The New York Times had Quinn Norton as one of their opinionists for about one day before her tweets were "exposed" (considering they were not deleted and were always public, it is hard to make an argument about exposure, or unearthed, considering information can be called up with a search engine, not digging through papers), and now the Guardian has a similar problem with David Vujanic, described as a Serbian "anti-racism YouTube star" whose own tweets were, for the lack of a better term, also exposed. He made Hitler/Holocaust jokes and used racial slurs about five years ago. I am not certain if the former offence was a poor attempt at dark humour from someone whose people also were slaughtered in the Holocaust, but my grandmother's family was killed in concentration camps during that period, and I am not one to make cracks because it is not the way I cope. That's not an excuse at any rate. I have seen photographs of the atrocities committed by the fascist Ustaše, and it was not humane in the least, and were far worse than the Nazis in their torture and killing of Serbian civilians during the Second World War.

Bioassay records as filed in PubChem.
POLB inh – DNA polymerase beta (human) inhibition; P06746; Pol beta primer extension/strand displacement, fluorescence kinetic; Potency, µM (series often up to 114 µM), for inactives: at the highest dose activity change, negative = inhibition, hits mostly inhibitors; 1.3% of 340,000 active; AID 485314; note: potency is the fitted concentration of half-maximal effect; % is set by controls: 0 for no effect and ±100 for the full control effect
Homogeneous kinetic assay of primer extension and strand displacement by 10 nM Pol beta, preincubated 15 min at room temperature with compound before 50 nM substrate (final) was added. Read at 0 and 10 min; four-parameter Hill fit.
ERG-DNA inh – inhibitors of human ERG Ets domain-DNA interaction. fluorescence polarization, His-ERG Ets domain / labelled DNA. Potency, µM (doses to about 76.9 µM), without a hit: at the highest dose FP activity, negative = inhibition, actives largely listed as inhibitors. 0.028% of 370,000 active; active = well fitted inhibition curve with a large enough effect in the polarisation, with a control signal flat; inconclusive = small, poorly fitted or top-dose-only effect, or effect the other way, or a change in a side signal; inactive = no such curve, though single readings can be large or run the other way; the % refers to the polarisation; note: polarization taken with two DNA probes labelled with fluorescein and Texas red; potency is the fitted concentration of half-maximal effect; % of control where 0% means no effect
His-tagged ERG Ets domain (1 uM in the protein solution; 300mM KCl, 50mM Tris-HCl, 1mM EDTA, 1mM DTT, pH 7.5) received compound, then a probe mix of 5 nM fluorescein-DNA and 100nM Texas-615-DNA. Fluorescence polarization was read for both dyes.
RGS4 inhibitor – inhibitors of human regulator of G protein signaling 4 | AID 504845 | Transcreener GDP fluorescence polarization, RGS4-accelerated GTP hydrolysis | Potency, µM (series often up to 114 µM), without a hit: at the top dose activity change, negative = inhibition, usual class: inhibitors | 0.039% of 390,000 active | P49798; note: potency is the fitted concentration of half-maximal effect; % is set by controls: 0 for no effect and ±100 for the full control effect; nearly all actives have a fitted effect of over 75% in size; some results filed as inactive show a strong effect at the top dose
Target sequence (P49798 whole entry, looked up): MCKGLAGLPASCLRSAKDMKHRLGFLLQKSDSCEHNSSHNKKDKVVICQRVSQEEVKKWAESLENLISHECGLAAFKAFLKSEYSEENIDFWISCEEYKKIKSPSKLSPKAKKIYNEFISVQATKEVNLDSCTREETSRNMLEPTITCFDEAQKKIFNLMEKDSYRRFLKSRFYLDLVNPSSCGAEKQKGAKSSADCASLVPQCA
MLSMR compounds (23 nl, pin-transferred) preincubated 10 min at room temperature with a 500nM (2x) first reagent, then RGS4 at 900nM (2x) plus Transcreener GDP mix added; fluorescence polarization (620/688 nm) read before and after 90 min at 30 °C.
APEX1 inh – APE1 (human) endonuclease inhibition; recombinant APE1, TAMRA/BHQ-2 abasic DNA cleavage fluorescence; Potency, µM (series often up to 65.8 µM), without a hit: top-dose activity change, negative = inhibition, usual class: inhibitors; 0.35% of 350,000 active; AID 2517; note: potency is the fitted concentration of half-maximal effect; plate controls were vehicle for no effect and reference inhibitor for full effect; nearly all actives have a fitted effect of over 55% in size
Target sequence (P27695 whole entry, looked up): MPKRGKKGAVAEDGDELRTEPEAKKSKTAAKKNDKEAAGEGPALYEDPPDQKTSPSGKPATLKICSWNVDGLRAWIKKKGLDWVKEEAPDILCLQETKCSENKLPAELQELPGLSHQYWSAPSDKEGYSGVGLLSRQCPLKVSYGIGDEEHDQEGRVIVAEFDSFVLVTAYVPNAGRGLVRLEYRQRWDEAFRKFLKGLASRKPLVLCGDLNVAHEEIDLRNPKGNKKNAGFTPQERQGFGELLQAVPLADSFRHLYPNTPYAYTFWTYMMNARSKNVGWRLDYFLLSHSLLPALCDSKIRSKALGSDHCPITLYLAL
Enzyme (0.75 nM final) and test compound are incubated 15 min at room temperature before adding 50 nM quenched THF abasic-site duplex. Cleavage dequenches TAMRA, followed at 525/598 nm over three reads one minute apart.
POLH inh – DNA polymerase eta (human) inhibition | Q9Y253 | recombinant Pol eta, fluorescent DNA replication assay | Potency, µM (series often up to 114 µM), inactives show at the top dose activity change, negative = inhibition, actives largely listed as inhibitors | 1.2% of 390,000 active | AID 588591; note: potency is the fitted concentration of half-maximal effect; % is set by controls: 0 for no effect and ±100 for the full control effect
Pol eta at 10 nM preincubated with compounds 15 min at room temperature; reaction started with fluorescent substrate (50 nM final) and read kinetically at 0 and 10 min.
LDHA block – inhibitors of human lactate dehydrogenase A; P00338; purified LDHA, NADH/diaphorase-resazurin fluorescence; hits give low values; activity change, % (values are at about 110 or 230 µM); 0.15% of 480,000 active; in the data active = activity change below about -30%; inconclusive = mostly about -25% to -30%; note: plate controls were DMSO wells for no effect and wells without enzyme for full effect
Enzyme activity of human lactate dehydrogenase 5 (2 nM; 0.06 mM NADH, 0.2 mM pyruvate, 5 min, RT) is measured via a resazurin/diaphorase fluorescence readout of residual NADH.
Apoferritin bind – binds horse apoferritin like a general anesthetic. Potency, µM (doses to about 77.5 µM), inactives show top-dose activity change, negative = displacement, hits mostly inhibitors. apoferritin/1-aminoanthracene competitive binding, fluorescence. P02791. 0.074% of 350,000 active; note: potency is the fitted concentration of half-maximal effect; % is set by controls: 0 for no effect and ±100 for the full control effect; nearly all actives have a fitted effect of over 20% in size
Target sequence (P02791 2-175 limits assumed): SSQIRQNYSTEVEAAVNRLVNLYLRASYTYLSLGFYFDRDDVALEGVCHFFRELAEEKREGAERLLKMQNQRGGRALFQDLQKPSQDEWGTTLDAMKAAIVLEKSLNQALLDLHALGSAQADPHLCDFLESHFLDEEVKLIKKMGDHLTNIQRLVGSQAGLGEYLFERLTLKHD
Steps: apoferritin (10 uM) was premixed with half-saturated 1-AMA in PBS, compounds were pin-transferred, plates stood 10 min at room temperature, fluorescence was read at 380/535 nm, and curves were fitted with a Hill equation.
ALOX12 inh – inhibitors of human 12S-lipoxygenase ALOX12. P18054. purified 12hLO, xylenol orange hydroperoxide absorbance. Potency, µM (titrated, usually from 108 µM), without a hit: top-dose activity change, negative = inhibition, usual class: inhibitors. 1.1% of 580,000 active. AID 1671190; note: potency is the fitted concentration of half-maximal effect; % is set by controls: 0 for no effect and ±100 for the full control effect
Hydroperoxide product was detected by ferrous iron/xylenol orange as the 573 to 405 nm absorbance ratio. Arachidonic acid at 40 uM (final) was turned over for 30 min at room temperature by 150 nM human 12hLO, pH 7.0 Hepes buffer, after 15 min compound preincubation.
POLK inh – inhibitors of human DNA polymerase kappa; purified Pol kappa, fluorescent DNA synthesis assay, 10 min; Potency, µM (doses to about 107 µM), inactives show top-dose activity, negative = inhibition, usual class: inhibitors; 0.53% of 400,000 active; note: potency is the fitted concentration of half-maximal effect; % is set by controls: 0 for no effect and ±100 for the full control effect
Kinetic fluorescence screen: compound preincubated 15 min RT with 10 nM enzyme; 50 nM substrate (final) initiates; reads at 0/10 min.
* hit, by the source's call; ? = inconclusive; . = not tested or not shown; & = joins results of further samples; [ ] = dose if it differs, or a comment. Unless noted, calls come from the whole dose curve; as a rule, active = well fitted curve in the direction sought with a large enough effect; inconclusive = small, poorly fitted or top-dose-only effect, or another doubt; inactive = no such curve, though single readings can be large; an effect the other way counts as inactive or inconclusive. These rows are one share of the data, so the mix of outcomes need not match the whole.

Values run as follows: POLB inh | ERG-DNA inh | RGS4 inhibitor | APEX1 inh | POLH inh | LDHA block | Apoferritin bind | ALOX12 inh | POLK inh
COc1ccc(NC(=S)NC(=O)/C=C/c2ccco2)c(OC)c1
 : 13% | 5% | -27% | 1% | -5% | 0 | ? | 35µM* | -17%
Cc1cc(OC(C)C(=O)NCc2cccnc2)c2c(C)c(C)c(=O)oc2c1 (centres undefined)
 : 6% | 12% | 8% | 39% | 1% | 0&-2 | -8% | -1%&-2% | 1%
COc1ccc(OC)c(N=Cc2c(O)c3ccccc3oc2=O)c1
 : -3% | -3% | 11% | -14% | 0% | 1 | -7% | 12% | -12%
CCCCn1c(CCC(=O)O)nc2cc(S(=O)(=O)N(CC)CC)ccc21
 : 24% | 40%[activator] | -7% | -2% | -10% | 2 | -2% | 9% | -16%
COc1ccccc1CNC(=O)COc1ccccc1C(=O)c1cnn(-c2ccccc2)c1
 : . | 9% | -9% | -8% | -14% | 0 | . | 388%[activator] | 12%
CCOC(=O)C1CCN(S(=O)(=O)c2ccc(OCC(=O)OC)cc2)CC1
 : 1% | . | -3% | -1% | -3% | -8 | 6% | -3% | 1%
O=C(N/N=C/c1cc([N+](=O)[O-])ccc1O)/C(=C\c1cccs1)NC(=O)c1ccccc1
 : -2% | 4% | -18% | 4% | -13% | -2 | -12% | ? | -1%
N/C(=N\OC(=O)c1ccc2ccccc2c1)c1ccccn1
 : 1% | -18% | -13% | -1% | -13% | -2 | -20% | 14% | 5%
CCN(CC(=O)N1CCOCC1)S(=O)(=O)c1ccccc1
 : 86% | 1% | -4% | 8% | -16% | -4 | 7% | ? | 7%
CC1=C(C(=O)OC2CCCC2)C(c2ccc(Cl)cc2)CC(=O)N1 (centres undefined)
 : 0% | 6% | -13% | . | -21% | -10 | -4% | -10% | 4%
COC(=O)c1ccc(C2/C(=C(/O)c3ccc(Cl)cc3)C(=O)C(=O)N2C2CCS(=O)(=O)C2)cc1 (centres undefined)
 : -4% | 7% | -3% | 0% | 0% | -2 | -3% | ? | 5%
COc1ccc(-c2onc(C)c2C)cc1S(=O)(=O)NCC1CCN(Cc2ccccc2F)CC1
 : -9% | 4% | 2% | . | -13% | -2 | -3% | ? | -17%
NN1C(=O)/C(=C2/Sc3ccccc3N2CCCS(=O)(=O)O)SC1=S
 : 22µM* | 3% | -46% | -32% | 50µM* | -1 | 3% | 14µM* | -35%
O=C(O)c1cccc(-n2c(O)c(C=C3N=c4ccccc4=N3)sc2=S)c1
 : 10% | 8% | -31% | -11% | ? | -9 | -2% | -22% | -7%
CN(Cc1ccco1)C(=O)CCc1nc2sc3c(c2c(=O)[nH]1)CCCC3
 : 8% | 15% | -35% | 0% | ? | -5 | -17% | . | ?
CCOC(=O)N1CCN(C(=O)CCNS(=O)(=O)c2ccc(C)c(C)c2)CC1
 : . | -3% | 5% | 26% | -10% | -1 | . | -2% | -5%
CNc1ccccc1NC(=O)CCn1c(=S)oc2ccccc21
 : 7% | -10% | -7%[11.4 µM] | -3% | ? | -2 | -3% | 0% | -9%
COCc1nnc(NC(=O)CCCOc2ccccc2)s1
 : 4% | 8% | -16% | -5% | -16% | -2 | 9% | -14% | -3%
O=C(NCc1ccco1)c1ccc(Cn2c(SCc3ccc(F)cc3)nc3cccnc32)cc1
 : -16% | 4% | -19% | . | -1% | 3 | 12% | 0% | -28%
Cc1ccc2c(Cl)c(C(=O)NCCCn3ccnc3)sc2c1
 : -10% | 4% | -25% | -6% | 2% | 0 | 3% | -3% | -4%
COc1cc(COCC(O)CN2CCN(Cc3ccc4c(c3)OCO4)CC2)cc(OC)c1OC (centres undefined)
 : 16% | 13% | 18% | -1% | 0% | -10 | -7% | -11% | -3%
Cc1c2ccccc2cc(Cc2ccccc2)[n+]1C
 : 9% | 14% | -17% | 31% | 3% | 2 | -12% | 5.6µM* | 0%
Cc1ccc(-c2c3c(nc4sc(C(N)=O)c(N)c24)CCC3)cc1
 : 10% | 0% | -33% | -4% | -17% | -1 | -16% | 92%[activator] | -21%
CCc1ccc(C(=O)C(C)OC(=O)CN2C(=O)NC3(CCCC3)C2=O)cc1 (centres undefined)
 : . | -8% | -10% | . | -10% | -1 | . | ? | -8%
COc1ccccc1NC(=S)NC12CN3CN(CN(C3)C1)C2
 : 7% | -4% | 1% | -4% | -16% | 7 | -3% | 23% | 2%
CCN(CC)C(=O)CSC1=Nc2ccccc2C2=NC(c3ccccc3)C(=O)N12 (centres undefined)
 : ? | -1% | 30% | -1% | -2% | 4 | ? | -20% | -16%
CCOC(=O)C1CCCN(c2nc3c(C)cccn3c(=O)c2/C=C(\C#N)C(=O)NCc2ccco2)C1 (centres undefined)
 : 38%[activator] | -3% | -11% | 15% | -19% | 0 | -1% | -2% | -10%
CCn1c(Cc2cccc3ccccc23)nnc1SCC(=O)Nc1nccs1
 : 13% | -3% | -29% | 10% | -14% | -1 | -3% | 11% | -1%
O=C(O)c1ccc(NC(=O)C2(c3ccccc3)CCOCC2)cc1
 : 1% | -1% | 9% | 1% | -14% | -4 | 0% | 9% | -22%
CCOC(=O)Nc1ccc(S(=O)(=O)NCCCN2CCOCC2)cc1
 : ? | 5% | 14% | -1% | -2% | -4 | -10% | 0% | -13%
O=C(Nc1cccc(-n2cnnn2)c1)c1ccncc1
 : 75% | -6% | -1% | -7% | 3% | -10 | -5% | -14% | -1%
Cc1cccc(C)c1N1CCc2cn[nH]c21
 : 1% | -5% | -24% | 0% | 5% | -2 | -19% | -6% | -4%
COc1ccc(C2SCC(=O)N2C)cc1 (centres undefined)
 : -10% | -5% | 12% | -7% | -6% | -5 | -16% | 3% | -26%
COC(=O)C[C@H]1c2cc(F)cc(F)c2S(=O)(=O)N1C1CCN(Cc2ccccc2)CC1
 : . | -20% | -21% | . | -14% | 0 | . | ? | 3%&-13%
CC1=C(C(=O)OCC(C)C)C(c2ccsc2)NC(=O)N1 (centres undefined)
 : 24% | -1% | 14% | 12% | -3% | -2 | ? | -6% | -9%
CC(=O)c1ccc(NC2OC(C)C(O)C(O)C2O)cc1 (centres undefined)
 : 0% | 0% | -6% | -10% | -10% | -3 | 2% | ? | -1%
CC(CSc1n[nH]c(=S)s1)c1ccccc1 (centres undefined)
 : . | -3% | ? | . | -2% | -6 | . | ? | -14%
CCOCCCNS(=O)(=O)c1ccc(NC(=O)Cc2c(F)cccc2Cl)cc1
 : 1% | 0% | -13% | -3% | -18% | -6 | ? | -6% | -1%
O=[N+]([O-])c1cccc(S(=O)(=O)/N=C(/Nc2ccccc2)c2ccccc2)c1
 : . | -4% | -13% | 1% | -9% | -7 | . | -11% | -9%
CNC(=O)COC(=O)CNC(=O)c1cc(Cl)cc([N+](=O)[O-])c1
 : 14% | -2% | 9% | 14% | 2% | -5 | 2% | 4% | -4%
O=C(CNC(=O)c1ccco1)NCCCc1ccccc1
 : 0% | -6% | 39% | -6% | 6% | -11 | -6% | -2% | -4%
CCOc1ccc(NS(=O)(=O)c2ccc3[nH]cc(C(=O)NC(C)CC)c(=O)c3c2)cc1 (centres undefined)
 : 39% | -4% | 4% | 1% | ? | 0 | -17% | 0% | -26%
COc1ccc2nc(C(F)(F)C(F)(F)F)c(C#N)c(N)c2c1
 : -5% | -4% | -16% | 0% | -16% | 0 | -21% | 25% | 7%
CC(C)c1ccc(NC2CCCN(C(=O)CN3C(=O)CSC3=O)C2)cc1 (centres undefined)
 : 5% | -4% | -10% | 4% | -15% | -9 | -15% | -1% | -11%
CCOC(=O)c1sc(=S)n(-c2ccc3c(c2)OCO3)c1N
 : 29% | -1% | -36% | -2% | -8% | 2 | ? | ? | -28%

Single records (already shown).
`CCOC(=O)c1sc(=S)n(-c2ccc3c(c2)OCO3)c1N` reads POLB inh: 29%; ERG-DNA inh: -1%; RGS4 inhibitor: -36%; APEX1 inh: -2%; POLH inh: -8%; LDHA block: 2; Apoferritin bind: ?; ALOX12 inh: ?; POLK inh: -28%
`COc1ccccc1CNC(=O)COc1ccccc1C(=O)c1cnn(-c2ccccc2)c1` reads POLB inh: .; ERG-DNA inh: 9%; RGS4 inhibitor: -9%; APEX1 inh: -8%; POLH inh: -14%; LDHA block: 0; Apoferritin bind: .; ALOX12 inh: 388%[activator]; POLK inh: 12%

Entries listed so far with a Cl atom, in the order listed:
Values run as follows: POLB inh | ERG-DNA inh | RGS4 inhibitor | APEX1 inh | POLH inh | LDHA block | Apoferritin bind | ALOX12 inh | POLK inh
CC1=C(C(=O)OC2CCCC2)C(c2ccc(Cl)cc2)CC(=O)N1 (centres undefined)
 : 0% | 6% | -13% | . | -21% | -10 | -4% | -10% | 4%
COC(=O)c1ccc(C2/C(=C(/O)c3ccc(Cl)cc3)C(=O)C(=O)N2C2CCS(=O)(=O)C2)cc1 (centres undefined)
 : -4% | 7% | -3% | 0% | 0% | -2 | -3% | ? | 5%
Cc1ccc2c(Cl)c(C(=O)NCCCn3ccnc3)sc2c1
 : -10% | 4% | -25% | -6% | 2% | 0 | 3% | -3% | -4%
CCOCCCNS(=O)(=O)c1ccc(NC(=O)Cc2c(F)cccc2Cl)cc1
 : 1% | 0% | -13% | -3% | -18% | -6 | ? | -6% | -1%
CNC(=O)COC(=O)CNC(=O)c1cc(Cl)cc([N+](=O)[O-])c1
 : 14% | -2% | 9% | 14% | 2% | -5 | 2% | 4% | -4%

But the racial slurs do not have a single grain of leeway. None. The Guardian took down the video, which itself was not offensive. What was offensive was the old tweets.
You would think that in 2018 where what is left of the news media, who are already obsessed with what people on Twitter rant about, would vet, looking at early tweets.
It still is a Live Out Loud generation. The Guardian should have done some homework. The New York Times could have done some homework.
Because people who live and die by social media seem to know all about these lapses.
There is a difference between being controversial and being offensive.
He was being offensive and obtuse, and the Guardian should have properly vetted him.